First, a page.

service. This does not stop an implementation offering more than this minimum.
> 5. Instead of the XML Schema datatype anyURI, RDF and SPARQL uses a
> datatype that they refine called IRI. The earlier version of the
> document said that the RDF datatype IRI is a restriction of the XML
> Schema datatype anyURI in that only absolute URIs are supported. We
> commented that it might have been simpler just to support the XML
> Schema datatype and call out this restriction. The definition of this
> datatype has been removed from this document and is said to be
> contained in the RDF Data Model. We were unable to locate this
The RDF abstract syntax distinguishes between URIrefs
and typed literals
(which use XML Schema datatypes
). These can be constrasted with the following RDF/XML fragments
The RDF model distinguishes the types of the homepage and the
homepageStr. In this example, the homepage and writesMailAbout objects
are URIrefs (called IRIs in SPARQL). The homepageStr and shoeSize
objects are types literals (anyURI and integer, respectively).
URIrefs identify web resources. The literals with the type anyURI
are URIs. Thus, the strlen of the URIref
http://www.w3.org/People/Eric/ is 10710 while the strlen of
"http://www.w3.org/People/Eric/" is 30.
SPARQL preserves this model distinction.
> 6. String comparison is defined only using the code point collation.
> Other collations are not supported. This may be a significant
Code point collation is always required. Access to other collations can be
done through a custom function.
> 7. Section 3. Decimal values cannot be written as literals. This
> seems like a needless limitation. Suggest SPARQL use the literal
> definitions in XPath 2.0.
The working group is investingating changing to use the literal definition of
decimal. This requires coordination with other RDF syntax forms (N3, Turtle)
where such literals are interpreted as an XSD double.
> 8. Section 3.1 has a very brief section entitled "Matching Arbitrary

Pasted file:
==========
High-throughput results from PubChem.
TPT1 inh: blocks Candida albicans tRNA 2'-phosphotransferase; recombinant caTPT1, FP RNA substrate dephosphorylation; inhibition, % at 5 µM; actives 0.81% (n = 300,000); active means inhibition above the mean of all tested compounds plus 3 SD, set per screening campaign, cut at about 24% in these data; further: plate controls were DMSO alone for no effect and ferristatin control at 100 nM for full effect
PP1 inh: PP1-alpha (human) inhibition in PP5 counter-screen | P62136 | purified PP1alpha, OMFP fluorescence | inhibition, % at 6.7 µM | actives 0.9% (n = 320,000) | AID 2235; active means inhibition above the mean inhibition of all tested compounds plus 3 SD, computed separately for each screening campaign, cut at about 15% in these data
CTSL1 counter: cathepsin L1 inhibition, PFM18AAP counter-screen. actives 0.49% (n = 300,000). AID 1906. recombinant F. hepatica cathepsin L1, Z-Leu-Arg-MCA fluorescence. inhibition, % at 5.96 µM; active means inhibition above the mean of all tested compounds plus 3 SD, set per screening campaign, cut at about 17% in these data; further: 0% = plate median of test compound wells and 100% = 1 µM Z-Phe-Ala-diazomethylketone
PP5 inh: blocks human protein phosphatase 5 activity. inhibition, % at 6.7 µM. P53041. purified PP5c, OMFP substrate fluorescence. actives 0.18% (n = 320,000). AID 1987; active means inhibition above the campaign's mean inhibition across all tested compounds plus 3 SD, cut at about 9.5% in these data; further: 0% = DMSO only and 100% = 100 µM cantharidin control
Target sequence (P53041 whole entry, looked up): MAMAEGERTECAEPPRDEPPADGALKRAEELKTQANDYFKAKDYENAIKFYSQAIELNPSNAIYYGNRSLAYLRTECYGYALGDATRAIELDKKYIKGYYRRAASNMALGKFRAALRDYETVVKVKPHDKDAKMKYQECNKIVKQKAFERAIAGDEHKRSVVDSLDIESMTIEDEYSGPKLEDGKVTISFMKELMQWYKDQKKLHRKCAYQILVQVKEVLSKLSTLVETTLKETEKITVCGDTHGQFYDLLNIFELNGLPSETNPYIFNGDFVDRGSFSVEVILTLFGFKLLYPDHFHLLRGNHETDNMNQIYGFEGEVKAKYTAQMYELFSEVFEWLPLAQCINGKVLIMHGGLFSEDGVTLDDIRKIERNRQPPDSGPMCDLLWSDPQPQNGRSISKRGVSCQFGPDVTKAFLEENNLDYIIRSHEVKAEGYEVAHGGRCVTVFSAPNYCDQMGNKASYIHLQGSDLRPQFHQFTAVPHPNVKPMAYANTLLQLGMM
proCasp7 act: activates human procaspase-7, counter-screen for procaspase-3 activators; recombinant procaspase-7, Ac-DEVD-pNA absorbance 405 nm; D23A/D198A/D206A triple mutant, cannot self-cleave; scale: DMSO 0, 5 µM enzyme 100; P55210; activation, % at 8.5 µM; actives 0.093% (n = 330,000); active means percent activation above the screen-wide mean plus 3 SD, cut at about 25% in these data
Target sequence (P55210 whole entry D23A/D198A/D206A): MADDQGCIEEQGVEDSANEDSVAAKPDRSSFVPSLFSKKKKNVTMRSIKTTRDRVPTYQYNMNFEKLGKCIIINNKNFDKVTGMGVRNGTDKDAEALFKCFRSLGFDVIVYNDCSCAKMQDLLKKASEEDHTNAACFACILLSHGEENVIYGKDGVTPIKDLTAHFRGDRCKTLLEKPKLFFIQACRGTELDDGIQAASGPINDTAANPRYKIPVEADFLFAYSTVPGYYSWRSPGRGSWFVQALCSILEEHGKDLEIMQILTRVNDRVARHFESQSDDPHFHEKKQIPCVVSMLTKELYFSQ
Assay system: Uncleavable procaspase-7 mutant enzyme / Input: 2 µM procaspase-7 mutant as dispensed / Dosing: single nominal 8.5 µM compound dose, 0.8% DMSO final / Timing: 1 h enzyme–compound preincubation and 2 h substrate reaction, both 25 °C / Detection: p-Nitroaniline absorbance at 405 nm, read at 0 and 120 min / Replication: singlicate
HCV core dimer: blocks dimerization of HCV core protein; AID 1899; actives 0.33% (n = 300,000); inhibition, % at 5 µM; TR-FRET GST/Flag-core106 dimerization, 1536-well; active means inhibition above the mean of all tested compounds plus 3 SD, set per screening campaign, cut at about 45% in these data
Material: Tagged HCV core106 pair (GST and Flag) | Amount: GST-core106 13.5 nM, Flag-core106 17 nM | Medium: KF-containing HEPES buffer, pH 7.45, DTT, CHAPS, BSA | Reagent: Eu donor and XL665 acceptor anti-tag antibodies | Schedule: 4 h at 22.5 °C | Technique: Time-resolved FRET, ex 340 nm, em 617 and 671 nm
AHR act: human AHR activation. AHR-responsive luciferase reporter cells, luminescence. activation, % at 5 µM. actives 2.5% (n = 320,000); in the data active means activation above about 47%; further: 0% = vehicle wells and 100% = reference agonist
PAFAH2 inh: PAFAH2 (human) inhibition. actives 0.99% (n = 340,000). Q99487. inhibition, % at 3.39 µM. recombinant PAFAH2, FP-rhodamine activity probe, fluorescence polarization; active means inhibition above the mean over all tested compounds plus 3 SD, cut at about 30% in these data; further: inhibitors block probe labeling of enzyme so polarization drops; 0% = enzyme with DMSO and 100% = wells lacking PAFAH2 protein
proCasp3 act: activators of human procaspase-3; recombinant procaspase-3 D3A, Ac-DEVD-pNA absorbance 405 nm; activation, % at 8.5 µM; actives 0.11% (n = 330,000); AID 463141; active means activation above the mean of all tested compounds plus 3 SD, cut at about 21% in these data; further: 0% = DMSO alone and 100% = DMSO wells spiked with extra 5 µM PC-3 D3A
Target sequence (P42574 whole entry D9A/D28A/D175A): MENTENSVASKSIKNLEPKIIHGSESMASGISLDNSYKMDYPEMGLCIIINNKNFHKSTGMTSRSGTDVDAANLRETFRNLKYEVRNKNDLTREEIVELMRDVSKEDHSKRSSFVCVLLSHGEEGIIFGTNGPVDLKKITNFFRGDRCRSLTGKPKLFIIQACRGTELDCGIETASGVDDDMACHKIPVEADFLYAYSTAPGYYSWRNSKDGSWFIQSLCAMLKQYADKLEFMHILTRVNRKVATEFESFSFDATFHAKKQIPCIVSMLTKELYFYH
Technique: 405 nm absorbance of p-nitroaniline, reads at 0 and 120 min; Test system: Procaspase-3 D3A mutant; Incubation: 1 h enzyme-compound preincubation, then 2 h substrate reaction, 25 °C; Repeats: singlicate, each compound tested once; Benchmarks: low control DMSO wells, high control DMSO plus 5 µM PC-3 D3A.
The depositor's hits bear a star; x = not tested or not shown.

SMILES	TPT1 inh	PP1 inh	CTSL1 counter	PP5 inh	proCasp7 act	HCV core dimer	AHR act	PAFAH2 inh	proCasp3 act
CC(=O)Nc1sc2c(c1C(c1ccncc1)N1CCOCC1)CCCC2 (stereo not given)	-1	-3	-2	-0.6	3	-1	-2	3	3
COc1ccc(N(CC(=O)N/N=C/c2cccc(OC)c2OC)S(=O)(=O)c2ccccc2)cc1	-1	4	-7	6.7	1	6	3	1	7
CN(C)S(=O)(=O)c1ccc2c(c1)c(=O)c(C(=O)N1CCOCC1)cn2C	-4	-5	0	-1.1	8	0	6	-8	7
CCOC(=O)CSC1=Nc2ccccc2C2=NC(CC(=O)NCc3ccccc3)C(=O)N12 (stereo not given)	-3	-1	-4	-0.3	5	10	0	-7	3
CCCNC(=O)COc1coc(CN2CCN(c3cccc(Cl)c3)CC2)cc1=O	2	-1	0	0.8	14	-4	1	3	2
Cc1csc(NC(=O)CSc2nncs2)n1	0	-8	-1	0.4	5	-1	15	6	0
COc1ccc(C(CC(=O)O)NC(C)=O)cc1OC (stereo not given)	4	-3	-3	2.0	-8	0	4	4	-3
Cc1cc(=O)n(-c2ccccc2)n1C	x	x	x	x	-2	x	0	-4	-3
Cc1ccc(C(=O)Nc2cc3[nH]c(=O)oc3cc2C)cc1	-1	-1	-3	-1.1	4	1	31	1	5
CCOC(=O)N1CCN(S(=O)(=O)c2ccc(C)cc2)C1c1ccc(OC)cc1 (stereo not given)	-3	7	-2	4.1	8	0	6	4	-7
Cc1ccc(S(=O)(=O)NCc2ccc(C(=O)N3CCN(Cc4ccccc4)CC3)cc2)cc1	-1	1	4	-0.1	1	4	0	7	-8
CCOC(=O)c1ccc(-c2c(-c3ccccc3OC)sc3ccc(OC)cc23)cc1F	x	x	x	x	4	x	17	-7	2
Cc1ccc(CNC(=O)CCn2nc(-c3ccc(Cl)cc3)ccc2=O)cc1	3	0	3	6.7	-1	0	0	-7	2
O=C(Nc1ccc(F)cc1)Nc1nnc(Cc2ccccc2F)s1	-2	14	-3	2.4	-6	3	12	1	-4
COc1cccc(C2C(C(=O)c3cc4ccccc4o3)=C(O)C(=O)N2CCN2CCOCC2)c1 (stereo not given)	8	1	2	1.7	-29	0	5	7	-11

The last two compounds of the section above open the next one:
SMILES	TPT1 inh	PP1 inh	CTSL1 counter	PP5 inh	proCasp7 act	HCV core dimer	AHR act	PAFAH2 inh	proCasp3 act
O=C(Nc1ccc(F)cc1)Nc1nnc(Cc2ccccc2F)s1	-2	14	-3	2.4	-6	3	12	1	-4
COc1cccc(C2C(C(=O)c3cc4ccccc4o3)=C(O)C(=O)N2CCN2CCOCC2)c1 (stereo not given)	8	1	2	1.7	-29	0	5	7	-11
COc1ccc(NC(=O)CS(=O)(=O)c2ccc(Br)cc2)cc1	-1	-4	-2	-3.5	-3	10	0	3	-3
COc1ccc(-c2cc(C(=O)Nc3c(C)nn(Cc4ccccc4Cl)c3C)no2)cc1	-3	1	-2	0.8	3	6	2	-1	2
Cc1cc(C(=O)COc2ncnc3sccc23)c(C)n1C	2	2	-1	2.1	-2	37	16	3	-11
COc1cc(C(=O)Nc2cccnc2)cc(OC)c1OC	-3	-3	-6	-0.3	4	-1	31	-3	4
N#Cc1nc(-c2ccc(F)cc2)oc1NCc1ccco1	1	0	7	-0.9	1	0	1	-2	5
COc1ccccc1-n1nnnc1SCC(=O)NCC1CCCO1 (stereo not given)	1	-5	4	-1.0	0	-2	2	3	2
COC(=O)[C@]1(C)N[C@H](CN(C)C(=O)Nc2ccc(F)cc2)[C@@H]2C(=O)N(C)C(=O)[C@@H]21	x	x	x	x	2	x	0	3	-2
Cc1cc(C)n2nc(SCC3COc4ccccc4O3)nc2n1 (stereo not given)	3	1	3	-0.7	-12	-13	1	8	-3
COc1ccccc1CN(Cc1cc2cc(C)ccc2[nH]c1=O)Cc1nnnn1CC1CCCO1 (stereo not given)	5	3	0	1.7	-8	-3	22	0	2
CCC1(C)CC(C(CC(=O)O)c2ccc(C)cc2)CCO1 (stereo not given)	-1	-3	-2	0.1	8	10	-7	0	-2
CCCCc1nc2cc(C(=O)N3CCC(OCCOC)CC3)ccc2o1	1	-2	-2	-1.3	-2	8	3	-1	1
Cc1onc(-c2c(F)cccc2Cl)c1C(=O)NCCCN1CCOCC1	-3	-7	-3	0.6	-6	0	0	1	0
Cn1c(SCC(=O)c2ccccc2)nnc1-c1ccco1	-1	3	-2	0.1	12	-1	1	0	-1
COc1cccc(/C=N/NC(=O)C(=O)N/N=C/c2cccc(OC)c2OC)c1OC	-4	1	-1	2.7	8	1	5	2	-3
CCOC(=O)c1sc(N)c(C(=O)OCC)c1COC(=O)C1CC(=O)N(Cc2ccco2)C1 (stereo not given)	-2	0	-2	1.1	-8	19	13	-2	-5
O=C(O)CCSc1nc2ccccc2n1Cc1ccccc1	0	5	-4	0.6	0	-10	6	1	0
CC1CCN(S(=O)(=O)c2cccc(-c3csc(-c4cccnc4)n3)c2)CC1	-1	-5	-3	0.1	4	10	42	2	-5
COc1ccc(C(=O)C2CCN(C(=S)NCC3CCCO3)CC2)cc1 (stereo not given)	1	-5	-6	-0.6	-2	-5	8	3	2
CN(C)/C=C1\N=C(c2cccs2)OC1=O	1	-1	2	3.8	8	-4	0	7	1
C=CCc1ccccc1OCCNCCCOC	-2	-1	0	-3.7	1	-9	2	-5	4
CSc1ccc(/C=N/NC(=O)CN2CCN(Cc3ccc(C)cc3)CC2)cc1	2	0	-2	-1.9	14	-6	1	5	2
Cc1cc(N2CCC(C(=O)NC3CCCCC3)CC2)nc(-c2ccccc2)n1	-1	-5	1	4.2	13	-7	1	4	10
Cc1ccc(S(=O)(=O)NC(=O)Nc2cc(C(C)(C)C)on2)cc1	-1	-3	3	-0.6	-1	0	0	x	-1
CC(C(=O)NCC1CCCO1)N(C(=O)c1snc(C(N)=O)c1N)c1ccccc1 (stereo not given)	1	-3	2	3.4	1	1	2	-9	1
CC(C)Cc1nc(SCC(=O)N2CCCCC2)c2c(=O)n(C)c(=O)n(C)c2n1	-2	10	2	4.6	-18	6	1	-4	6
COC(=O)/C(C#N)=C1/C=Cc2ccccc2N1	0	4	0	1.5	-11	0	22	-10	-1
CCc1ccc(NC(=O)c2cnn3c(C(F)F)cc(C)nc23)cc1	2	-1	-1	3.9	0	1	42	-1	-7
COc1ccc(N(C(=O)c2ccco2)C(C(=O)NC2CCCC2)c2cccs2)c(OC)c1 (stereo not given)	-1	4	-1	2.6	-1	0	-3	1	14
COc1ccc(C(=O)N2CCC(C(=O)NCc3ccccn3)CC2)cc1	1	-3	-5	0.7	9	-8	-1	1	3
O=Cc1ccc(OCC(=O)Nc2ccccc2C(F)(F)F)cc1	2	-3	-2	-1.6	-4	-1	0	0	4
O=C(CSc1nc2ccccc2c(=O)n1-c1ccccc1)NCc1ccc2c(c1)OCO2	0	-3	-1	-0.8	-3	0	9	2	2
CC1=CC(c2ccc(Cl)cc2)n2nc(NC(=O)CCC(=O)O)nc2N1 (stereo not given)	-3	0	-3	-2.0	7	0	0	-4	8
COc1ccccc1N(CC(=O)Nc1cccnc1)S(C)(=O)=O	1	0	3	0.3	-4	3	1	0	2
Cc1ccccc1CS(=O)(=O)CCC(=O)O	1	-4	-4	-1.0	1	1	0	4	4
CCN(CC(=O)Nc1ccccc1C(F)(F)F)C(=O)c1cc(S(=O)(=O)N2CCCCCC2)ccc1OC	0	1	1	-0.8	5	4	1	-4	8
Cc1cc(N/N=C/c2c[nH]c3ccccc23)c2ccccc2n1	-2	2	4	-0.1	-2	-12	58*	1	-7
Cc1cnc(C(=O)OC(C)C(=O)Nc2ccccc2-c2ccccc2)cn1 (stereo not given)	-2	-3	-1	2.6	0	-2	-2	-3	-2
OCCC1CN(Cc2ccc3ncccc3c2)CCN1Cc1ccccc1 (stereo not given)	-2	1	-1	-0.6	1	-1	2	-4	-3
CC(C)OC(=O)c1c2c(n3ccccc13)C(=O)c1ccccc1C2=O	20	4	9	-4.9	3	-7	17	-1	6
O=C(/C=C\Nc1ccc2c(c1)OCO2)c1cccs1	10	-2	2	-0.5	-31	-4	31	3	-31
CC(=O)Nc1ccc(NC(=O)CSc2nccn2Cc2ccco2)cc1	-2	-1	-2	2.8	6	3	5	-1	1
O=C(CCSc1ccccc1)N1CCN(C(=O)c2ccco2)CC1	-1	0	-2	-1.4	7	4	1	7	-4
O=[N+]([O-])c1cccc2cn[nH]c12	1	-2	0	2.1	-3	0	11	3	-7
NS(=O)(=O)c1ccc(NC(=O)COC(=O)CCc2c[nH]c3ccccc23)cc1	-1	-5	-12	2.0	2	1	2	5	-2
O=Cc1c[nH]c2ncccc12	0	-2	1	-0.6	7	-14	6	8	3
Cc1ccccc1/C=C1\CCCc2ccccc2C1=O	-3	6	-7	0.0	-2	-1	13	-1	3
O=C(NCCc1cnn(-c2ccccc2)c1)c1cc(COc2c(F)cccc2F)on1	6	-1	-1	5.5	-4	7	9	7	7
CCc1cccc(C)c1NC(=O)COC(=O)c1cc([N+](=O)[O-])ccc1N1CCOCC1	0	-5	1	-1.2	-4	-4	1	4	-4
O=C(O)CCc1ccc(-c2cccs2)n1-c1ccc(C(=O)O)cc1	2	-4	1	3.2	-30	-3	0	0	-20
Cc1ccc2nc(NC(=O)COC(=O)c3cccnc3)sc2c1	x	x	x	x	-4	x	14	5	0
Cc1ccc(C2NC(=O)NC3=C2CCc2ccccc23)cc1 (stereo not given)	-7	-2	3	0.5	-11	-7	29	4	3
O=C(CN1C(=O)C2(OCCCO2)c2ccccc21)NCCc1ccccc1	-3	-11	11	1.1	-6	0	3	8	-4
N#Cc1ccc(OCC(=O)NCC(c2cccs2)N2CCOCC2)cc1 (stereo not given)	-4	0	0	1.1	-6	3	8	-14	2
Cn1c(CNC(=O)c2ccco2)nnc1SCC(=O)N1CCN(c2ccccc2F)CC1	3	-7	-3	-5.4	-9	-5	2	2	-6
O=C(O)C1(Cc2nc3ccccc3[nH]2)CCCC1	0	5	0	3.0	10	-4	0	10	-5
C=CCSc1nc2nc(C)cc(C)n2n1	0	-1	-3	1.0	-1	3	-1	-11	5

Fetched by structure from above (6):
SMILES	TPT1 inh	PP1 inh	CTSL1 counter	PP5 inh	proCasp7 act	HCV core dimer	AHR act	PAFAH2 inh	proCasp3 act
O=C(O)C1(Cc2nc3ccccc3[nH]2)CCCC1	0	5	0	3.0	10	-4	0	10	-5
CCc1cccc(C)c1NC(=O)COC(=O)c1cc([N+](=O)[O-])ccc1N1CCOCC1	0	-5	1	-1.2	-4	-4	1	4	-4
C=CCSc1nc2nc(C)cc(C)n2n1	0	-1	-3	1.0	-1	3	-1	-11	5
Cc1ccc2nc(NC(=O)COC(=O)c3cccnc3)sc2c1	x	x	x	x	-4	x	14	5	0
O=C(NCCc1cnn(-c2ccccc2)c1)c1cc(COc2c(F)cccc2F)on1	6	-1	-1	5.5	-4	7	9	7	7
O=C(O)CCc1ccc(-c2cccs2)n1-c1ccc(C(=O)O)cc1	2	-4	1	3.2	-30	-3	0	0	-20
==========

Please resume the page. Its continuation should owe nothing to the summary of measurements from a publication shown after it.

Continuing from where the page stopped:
> Datatypes". There is no motivation for this and little explanation
> for how this works. Motivation and detailed semantics should be provided.
> 9. Section 220.127.116.11 introduces the function isURI. Is this necessary?
> There is another function that returns the datatype of a variable.
> 10 sop:str returns the string representation of an r:IRI. It's not
> clear what this does. In the example, it strips the scheme from the
> IRI. Does it perform any escaping or unescaping?
> Some typos:
> - Section 2: The simplest graph pattern is the triple patterns,
> - Section 11, subsection Namespaces:
> XML Schema datatypes with the prefix op: xs:
> - Section 11.1 last para says XMLSchema
> - There are a number of references to an XML Schema datatype called
> xs:int. In fact, the XML datatype is called xs:integer.
> In conclusion, the XML Query and XSL working groups believe that the
> SPARQL specification will need considerable rework and another last
> call WD before it is ready to advance. In particular, we believe that
> the spec needs to be made more rigorous and formal, we believe that it
> needs to be more clearly differentiated from SQL, and it needs to be
> more clearly and carefully aligned with other W3C Recommendations
> including XML Schema and XPath 2.0.
> All the best, Ashok
If this rely addresses your comments, please reply to this message with
[CLOSED] in the subject line so the scripts can note it closed.
Thank you for the comments
|Free forum by Nabble||Edit this page|